And all of this nonsensical gibberish has nothing to do with the fact that I’m sitting here on the Sabbath using my “other” voice, the voice of a writer…and, technically, WORKING.

It doesn’t feel like work. It feels like fun.

Does that count?

Probably not…

However, I am rejoicing to be back at the keyboard. Blessed be the Name of the Lord. And, while I lament this illness that keeps me away from serving Communion this morning (I am scheduled), I also appreciate that His plan is greater than mine. He knows I have a cold. He knows some part of me is rundown and has been ignoring that “rundown”, stressed out state for quite some time now. He also knows that my heart is rejoicing to be back serving Communion–and Lectoring–again but, I believe in my heart, He is reminding me what happens when we neglect our health–mental, emotional, physical and, yes, spiritual. We get hit with dis-EASE. (You can take the girl out of the holistic health sector but you can’t take the holistic health out of the girl…) Just as each of us is a part of the body of Christ, so, too, does our own physical body have many parts…parts that need care, rest, and respect. When we neglect any part of ourselves, it causes a breakdown on all of these levels. Time constraints, and the current compromises of some core values, have caused this breakdown. It is time to put it right. And come up fighting.

But He says rest for right now. We’ll fight this together…whatever “this” is..in His time.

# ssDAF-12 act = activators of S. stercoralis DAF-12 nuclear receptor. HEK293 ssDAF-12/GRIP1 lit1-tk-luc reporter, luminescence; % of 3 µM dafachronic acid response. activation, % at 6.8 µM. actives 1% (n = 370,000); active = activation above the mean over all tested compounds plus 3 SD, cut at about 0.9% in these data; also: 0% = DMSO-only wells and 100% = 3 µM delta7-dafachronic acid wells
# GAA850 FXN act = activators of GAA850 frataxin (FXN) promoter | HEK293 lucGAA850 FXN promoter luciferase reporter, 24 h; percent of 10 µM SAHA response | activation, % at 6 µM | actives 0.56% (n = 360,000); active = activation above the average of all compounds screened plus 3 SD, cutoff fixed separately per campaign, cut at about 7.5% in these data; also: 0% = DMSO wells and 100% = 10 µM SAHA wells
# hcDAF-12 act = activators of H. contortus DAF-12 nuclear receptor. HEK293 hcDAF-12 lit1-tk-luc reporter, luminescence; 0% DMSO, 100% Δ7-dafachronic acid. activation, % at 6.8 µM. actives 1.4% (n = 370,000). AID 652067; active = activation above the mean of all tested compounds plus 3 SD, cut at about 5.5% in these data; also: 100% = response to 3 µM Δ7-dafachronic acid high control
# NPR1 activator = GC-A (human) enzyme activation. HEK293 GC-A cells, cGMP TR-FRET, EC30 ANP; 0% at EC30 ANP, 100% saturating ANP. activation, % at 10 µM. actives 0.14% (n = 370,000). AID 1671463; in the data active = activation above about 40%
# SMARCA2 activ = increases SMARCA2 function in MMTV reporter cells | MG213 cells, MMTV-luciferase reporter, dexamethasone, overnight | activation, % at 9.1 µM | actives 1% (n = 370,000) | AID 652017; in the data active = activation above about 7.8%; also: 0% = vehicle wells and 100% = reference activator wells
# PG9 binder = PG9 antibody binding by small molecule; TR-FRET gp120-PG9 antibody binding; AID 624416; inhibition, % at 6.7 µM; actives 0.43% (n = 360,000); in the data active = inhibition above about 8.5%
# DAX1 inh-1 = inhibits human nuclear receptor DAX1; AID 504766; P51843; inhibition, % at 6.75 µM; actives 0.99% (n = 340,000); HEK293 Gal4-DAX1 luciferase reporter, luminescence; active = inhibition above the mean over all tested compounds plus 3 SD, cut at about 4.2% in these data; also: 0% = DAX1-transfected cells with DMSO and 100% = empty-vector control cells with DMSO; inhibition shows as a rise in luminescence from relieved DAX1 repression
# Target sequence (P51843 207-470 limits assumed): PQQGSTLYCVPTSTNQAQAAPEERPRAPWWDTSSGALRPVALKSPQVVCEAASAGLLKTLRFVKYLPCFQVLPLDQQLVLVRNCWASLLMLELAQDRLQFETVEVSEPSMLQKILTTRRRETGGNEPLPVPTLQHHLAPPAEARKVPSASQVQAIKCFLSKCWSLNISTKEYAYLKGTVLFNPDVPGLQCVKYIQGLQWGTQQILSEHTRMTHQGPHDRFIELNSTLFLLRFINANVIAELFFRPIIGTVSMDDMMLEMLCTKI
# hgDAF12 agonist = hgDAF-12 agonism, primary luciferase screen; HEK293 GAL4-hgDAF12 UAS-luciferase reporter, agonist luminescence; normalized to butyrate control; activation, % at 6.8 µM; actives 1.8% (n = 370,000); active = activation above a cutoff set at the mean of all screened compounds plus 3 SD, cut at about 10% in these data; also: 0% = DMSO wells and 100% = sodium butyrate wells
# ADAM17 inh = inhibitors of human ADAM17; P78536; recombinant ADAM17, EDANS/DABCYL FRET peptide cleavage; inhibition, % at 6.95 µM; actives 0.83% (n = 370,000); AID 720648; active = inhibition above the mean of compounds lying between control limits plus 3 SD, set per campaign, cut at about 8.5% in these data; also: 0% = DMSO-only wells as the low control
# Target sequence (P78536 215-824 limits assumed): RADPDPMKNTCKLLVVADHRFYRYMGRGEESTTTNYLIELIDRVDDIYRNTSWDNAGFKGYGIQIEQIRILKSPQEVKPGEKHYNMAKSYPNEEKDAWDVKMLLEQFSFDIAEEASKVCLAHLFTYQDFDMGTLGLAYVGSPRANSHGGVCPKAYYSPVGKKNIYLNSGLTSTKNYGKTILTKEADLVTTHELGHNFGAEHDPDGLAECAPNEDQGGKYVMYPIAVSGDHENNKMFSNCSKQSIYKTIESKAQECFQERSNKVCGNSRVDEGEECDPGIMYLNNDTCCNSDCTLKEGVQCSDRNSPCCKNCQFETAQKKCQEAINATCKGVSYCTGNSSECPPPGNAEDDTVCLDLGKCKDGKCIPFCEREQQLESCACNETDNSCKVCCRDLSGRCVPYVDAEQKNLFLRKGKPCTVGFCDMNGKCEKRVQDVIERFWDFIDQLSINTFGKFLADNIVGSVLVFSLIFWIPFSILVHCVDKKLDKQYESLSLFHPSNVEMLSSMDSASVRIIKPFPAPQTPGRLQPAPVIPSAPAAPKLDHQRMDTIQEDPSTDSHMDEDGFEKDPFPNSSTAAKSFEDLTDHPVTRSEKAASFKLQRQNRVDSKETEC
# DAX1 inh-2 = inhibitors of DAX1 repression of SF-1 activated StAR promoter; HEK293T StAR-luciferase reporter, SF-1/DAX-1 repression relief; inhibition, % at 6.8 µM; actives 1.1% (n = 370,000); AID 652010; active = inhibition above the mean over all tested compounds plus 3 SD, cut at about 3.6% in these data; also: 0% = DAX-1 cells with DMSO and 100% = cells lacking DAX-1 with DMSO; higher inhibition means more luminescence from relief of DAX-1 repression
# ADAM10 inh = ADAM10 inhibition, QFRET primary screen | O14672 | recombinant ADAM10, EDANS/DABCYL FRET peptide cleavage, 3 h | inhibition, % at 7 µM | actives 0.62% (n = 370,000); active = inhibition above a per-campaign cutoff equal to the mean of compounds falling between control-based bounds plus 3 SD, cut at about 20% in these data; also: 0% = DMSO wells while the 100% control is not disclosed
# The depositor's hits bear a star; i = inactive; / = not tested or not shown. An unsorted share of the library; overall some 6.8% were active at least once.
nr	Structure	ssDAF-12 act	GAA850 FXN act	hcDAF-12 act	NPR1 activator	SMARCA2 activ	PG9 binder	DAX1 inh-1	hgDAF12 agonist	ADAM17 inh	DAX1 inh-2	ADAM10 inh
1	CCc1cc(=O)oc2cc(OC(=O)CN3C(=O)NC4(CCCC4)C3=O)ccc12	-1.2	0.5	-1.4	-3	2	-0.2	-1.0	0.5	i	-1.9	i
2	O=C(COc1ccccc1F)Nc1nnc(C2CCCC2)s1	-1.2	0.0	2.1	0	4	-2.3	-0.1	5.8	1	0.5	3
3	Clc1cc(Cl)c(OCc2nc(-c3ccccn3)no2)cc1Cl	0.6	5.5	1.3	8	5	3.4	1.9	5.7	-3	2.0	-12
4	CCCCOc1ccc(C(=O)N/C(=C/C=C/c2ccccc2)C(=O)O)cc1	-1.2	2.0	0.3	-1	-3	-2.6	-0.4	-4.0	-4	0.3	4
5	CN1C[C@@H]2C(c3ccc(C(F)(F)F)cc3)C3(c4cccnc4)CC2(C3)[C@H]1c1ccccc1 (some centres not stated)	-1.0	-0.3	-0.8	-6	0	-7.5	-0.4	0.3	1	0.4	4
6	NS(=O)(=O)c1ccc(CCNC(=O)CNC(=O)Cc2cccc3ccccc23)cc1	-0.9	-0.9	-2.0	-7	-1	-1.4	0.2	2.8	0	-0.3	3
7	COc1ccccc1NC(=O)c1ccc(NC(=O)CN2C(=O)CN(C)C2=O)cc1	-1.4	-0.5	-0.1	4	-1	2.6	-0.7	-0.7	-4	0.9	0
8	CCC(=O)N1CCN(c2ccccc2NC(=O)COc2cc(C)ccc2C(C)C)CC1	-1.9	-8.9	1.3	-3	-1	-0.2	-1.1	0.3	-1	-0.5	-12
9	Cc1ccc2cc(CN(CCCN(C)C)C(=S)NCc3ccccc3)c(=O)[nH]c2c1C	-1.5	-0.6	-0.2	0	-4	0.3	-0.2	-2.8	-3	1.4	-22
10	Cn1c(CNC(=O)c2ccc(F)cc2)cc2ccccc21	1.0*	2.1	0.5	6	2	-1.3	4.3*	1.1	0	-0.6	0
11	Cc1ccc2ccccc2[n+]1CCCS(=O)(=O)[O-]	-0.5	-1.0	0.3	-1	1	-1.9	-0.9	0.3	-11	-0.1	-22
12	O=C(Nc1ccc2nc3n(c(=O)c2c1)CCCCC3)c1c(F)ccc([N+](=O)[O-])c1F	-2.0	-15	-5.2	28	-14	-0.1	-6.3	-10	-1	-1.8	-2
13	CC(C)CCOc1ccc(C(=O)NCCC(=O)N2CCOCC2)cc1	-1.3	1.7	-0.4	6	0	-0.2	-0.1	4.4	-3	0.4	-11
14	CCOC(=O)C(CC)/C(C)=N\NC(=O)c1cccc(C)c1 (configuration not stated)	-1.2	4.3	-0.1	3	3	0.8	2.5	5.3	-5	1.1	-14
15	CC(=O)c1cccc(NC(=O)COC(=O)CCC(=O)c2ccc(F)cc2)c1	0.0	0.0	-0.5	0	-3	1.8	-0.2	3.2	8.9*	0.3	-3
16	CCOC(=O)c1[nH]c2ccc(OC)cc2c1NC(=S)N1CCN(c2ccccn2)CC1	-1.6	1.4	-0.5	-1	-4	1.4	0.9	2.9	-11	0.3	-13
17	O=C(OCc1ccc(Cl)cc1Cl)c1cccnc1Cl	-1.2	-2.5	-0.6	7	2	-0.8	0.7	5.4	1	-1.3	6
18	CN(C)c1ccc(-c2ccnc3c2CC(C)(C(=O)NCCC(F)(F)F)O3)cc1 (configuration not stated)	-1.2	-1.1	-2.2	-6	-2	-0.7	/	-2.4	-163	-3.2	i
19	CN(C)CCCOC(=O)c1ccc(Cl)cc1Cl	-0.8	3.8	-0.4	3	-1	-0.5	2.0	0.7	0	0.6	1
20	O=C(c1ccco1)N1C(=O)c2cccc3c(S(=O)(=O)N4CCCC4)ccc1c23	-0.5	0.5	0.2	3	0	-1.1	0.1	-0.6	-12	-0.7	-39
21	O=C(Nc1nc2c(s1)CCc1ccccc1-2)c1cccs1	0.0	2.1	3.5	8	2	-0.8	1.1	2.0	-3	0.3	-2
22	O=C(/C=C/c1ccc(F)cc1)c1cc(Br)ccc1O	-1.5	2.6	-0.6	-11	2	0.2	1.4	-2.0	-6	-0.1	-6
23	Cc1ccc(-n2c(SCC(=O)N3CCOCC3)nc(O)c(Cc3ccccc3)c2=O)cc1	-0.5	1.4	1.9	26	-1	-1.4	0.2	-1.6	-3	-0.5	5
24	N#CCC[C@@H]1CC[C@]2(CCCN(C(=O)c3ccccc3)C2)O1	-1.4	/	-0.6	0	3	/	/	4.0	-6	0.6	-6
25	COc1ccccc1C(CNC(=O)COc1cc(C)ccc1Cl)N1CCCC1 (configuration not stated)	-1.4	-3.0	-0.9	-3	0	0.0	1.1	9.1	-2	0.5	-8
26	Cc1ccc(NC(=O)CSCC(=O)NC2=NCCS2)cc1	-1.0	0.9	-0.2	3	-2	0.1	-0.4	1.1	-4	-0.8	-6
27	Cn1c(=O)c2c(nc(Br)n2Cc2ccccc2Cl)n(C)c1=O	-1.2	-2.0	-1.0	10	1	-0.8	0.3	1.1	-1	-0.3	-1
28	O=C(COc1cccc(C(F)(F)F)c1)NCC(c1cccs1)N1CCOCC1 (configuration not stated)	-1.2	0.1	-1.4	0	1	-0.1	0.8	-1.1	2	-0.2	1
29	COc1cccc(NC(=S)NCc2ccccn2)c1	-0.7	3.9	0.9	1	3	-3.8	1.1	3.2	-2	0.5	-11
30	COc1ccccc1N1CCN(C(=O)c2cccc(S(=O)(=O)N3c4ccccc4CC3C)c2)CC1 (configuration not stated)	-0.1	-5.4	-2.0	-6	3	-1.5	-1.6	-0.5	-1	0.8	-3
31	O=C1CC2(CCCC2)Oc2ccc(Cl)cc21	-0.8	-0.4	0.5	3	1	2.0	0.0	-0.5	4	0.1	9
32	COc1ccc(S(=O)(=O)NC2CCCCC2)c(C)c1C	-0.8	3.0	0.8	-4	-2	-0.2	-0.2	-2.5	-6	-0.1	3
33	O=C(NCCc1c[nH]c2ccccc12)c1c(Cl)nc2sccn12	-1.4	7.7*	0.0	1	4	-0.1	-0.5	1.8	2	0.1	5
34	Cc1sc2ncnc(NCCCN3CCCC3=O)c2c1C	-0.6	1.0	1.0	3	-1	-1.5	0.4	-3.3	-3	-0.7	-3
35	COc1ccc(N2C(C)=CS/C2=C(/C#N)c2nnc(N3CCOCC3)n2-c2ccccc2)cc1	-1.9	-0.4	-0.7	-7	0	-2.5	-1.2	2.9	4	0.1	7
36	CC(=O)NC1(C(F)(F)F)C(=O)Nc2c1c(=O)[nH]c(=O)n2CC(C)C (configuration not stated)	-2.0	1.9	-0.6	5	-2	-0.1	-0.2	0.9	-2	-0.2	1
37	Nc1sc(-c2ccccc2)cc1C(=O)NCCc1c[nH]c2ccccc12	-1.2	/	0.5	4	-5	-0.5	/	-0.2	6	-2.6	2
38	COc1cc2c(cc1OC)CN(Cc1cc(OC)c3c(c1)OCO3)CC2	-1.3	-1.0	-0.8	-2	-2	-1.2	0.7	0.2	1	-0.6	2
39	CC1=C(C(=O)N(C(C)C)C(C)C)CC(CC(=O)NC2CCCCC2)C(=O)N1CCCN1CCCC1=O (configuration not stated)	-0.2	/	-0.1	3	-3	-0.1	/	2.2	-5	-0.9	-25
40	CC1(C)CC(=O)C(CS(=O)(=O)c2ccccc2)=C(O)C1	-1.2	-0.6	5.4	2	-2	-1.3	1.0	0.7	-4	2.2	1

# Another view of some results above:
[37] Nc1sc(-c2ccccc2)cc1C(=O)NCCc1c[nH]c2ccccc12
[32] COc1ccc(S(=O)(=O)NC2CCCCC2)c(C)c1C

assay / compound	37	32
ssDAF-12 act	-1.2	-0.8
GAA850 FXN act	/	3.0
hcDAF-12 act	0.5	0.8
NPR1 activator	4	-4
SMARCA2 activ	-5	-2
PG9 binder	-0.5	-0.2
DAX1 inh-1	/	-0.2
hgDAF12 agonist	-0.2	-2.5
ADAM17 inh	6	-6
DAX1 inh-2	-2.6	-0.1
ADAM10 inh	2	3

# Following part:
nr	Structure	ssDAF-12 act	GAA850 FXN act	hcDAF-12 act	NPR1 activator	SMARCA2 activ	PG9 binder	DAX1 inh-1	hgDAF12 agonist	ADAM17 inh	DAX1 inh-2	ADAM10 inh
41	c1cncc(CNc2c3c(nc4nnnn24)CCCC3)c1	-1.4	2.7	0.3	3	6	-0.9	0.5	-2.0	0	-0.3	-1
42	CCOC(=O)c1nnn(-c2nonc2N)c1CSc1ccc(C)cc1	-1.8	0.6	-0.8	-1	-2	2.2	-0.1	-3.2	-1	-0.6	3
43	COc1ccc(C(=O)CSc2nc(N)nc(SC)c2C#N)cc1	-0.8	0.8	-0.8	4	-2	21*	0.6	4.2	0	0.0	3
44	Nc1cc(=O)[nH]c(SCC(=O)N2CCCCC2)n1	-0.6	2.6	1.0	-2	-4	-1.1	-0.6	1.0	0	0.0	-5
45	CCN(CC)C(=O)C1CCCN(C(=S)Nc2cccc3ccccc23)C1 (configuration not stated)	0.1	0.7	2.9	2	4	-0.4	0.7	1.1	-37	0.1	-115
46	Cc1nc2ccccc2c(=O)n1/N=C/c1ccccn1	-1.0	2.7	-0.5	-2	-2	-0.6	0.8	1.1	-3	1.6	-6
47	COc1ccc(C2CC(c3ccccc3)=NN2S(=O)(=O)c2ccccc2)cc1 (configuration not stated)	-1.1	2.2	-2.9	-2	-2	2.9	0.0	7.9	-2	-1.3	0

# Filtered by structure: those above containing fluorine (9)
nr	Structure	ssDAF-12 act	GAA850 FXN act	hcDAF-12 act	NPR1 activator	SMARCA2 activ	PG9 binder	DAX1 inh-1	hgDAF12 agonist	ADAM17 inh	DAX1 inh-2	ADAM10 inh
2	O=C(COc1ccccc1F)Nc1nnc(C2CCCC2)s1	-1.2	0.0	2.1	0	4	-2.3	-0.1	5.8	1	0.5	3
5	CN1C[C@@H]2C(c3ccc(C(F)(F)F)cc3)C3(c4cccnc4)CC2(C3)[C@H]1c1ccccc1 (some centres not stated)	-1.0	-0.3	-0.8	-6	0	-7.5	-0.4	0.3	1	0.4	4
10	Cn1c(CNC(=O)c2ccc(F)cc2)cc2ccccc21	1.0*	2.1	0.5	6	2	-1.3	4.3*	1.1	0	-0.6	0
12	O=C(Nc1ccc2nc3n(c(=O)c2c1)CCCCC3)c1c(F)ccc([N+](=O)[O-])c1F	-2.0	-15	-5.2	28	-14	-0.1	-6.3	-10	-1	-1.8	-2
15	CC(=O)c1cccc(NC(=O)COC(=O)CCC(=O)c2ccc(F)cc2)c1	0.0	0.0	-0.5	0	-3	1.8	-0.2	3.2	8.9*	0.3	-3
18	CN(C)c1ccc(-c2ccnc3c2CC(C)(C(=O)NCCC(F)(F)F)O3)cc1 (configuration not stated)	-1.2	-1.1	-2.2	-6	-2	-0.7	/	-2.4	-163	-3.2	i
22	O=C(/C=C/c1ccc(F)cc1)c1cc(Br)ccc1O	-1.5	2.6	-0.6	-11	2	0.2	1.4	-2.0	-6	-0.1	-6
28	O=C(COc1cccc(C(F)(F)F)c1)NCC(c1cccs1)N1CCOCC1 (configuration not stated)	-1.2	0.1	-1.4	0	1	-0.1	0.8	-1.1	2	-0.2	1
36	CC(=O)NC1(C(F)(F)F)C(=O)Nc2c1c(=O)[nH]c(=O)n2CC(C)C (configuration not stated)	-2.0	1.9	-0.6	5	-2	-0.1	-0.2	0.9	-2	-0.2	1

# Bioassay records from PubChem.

Not mine.

I think He’s trying to tell me to stop chasing my own tail. Give it all to Him: the financial burdens; the looming debts; the dreams and desires that always seem to get further away instead of closer; the feelings of inadequacy, inferiority, and unworthiness; the perpetual square-peg-in-a-round-hole existence. Give it all to Him. Because, without Him, none of it matters. Those dreams just keep getting further away. And it is more important that He not be pushed further and further away by the pressures of the world.

Because I’ve neglected to put Him first in my day.

Letting go, giving control to anyone–even God–has always been my biggest struggle in life. I grew up in an abusive home–not beaten physically but verbally, mentally, emotionally and sexually abused. Staying tight-fisted, and playing it “safe”, has given me a very false sense of security. Every time I decide to step into the waters of life, take a step out of line, I expect fire and brimstone to rain down upon my head. Such stinking thinking is probably my biggest burden of all. And yet, I let the Adversary lure me with it. I stop just before making that final leap of faith, not trusting that Jesus is there to catch me. Each and every time.

I’m tired of that “standard of living” that “somehow got stuck on survive” (Kilcher, 1998). “We were made to thrive” (Casting Crowns, 2014). And, the only way to do that, is to let go…and trust in Him. All of my own efforts just keep burying me deeper.

These last two months, besides being somewhat of a tedious task in re-reading and editing past posts, have also been a time of reflection. I can almost trace the path of how I got into this human survival mode…instead of a spiritual thriving. I also see where I’ve often shared mostly the positive, the upbeat, the hopes and dreams, but seldom the failures. And He uses the failures, the imperfections. It is the down-trodden that He uses; He lifts them up, performs small (and some not so small) miracles through them. And in them.